AUSTIN, Texas—Physicists at The University of Texas atAustin have discovered a new technique for cooling atoms and moleculesthat will allow them to study quantum physics more effectively with agreater variety of particles.
The researchers have found a way touse lasers to form walls that allow atoms and molecules to pass throughin one direction, but do not allow them to return.
The technique could lead to advances in atomic clocks, which are used to standardize time worldwide.
Dr.Mark Raizen of the Center for Nonlinear Dynamics and his colleaguesdescribe the one-way wall technique in Physical Review Letters andEurophysics Letters published earlier this year.
Raizen and hiscolleagues show that atoms and molecules can first be trapped in a boxwhose walls are built of laser light. The box can then be separatedwith an optical wall constructed of two lasers. These two lasers workin concert to allow atoms and molecules to pass through to one side ofthe box but block them from getting back to the other side. The boxthen has two distinct spaces, one filled with particles and one void ofparticles.
Raizen’s one-way wall extends the capabilities oflaser and evaporative cooling, which have been limited to cooling asmall number of atoms in the periodic table. The new method isapplicable to a greater diversity of atoms and molecules and can expandthe capability of researchers to test laws of quantum physics atextremely low temperatures.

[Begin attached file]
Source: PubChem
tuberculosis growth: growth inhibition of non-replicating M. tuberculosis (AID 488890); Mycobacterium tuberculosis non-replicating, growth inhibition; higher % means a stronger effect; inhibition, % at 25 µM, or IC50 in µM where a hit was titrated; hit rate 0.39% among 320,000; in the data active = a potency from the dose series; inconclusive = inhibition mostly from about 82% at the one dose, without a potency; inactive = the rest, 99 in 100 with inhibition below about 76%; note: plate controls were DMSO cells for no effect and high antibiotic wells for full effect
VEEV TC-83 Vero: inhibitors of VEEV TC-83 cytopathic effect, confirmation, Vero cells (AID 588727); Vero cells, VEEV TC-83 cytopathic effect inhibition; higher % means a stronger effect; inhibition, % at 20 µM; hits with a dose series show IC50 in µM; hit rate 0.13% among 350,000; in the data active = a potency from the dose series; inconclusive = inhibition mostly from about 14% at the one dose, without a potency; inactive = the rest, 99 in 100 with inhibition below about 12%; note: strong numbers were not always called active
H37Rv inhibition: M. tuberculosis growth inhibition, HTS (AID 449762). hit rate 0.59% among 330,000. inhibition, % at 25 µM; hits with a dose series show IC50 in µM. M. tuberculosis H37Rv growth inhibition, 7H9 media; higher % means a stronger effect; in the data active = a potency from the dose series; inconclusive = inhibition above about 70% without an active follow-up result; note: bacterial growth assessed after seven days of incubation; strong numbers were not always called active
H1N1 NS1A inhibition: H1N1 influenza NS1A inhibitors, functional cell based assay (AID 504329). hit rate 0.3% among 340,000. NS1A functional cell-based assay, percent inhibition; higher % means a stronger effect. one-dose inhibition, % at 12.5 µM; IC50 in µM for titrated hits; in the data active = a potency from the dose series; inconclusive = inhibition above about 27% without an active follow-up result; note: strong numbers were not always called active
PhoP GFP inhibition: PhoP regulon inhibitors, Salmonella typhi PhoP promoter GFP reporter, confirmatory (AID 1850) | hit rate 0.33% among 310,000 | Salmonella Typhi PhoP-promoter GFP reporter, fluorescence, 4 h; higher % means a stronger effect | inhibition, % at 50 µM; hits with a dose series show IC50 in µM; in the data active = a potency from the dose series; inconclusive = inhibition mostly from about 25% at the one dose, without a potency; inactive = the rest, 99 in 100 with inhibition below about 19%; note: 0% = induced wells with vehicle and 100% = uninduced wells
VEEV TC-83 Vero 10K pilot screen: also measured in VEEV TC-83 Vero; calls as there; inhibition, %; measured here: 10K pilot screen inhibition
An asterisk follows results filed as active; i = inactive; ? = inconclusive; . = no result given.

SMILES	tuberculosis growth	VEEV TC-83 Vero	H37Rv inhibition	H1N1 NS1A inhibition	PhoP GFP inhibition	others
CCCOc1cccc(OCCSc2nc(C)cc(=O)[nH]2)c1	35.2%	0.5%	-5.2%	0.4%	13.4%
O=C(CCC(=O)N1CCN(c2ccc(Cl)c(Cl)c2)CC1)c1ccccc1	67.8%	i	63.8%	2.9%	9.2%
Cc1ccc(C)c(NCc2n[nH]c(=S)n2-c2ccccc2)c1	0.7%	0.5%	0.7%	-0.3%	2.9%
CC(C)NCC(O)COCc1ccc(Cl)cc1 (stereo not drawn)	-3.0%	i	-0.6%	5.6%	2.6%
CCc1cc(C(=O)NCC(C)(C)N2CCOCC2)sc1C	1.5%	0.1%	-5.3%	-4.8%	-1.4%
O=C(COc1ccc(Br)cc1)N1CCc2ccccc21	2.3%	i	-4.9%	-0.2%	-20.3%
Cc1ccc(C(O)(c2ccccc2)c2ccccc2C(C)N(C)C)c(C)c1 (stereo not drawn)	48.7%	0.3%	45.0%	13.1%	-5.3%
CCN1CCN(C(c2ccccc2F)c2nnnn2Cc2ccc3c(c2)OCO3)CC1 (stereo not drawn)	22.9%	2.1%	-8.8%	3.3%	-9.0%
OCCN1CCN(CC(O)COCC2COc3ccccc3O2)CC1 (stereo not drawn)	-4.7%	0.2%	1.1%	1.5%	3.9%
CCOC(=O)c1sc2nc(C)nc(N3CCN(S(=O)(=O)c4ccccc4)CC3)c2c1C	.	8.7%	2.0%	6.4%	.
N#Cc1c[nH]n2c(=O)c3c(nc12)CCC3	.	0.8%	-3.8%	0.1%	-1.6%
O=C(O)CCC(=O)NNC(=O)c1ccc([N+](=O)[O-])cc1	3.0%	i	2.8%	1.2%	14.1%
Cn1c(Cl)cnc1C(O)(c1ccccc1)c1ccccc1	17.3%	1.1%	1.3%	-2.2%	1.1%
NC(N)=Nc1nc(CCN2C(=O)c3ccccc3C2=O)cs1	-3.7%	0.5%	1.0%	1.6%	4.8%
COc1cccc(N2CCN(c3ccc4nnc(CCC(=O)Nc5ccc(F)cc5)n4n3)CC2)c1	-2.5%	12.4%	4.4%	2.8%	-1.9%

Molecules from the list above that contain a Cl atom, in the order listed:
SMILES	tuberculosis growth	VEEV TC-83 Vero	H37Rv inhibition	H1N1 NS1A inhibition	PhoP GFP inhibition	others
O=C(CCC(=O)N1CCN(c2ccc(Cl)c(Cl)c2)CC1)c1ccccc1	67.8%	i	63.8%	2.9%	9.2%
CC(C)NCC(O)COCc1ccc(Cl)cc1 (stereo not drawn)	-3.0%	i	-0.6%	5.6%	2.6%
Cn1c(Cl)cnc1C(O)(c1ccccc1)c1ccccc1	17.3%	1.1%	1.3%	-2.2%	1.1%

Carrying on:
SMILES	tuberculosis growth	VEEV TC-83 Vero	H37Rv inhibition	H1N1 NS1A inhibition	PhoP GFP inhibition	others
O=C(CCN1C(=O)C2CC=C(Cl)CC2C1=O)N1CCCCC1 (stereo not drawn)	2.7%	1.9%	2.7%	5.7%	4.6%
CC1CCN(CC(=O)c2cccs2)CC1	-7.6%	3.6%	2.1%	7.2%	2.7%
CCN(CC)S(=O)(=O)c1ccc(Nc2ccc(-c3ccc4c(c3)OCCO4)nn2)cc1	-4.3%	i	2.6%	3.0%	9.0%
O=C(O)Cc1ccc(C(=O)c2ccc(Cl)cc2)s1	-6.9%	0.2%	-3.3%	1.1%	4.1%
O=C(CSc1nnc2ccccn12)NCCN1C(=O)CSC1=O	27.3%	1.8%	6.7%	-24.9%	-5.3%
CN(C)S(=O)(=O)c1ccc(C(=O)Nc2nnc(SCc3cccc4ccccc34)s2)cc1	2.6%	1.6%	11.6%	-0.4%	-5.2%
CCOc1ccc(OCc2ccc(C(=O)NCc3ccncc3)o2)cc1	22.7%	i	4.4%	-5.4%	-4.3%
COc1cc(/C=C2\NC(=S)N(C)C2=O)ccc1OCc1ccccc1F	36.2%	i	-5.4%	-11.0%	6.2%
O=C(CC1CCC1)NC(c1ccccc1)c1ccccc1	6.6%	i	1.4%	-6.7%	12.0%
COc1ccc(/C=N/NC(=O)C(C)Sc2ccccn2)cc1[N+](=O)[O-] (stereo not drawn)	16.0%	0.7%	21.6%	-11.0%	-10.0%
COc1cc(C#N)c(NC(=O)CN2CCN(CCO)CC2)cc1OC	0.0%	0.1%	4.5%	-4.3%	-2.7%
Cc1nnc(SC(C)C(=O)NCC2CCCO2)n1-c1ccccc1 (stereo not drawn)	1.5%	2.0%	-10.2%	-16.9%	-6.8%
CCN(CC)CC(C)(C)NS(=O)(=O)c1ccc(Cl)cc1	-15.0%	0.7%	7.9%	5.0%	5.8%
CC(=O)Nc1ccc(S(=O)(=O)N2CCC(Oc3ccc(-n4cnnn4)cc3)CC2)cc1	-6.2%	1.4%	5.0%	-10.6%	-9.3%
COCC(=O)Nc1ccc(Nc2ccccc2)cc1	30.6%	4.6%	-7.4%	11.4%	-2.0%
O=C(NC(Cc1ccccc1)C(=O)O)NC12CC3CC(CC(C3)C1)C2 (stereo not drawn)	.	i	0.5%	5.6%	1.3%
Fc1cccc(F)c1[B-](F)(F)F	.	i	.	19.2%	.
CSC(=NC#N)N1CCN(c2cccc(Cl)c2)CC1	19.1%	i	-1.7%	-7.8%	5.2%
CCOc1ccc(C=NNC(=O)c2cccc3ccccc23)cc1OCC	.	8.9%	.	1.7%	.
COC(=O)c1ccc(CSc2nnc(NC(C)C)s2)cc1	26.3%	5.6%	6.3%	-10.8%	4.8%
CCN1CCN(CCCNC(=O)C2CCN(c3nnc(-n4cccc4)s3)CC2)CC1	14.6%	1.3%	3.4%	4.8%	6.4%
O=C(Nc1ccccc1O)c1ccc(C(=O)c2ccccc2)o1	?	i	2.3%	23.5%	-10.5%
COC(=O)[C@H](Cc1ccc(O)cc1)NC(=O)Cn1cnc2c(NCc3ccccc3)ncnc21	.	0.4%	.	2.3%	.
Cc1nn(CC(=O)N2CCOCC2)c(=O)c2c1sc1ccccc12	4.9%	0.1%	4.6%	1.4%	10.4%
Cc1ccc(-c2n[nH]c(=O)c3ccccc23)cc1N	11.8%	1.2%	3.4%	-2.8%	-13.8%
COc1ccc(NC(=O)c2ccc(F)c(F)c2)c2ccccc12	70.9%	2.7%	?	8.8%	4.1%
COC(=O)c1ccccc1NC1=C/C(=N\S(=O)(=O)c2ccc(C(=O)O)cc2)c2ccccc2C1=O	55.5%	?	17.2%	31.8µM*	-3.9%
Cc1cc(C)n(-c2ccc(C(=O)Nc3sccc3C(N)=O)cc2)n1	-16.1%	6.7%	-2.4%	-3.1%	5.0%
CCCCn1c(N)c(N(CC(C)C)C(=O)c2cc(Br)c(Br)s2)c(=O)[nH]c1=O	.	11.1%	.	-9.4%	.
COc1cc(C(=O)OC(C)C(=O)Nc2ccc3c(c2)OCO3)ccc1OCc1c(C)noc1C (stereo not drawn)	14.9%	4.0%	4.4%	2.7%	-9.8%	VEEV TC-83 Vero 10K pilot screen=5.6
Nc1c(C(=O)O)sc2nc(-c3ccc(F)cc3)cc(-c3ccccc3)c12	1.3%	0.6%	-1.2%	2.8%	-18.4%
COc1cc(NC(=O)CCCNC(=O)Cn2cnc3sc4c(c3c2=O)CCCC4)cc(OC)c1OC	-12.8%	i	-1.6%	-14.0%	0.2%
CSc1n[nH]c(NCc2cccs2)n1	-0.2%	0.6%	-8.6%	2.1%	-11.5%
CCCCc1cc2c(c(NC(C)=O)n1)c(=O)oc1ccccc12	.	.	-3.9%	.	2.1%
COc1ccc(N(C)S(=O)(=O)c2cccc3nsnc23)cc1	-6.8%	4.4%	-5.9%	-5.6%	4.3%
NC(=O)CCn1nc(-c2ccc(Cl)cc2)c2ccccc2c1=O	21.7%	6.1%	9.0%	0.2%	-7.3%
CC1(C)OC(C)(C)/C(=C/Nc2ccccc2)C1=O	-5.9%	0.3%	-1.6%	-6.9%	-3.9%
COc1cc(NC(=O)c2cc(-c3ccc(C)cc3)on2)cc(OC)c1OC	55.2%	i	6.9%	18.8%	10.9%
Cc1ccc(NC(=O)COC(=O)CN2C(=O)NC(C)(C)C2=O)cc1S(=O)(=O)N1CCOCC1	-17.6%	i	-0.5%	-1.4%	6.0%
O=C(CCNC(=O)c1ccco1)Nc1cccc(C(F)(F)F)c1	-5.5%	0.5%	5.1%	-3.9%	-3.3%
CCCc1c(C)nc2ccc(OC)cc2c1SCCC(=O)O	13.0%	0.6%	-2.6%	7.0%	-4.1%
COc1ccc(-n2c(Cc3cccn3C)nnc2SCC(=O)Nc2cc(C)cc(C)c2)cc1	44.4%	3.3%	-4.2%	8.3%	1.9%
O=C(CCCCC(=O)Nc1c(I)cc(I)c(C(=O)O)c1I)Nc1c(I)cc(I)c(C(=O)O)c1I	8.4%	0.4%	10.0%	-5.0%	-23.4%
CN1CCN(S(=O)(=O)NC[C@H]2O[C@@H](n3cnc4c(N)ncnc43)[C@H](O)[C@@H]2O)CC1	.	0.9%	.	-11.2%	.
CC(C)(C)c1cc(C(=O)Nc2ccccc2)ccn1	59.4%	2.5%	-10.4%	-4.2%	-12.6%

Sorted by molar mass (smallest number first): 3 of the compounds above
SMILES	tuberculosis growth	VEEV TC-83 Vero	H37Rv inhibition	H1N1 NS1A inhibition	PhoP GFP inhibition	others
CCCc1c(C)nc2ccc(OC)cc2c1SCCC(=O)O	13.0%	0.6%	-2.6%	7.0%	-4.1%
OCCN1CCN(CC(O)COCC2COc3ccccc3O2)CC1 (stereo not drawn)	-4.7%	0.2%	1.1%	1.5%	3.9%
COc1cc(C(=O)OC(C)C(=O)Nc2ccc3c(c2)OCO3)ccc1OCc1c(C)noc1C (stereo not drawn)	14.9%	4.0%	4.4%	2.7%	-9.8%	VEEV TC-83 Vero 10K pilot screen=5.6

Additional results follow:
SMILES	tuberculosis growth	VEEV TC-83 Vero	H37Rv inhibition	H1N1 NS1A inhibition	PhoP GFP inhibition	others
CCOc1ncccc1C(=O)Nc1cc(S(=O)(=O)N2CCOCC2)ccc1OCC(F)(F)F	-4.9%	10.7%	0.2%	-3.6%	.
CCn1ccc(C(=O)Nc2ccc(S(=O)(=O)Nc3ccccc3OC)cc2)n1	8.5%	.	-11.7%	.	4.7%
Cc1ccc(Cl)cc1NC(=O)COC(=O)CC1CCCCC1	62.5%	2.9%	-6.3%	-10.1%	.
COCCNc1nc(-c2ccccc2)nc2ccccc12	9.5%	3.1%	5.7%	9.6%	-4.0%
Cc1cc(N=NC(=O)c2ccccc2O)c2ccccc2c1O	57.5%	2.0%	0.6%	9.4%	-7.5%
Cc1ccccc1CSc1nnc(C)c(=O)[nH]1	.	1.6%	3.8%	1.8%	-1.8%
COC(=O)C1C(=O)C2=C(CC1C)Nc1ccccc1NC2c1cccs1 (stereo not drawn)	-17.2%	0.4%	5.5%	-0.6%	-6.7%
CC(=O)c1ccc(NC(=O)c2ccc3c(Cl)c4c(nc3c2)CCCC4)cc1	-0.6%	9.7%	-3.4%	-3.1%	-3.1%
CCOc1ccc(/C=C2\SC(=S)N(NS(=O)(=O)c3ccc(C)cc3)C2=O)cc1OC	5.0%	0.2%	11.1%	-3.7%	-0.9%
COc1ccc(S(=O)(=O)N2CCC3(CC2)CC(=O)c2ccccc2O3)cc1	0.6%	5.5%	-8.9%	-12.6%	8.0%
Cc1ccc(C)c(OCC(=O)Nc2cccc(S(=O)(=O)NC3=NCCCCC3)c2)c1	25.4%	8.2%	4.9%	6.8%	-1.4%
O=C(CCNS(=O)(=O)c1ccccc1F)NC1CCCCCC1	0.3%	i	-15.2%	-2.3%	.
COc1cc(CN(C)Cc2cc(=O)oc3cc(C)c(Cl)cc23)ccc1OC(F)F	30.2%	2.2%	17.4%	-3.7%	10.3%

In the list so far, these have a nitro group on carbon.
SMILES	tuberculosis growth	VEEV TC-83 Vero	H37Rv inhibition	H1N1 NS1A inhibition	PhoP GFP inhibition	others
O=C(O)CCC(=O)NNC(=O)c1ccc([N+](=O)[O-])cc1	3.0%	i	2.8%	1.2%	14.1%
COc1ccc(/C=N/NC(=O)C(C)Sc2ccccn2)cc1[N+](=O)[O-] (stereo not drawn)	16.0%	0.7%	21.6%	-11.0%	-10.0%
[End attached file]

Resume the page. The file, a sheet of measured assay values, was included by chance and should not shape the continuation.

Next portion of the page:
“In nature, the cell wall is the classic example where atoms and molecules move through a one-way barrier,” Raizen said.
Cellsregulate the flow of ions through one-way channels in order to createosmotic pressure. Raizen and his colleagues illustrate it is possibleto create a manmade barrier to such atomic movement.
“The beauty of the one-way atomic wall,” Raizen said, “is that there is almost no increase in kinetic energy.”
Withno increase in kinetic energy comes no increase in heat. By expandingand contracting the space that holds the trapped atoms and molecules,the temperature of this space, which Raizen calls a “quantumrefrigerator,” can be lowered until it reaches very close to AbsoluteZero.
It’s at these ultra cold temperatures, -459 degrees Fahrenheit, that quantum physicists can manipulate atoms and molecules.
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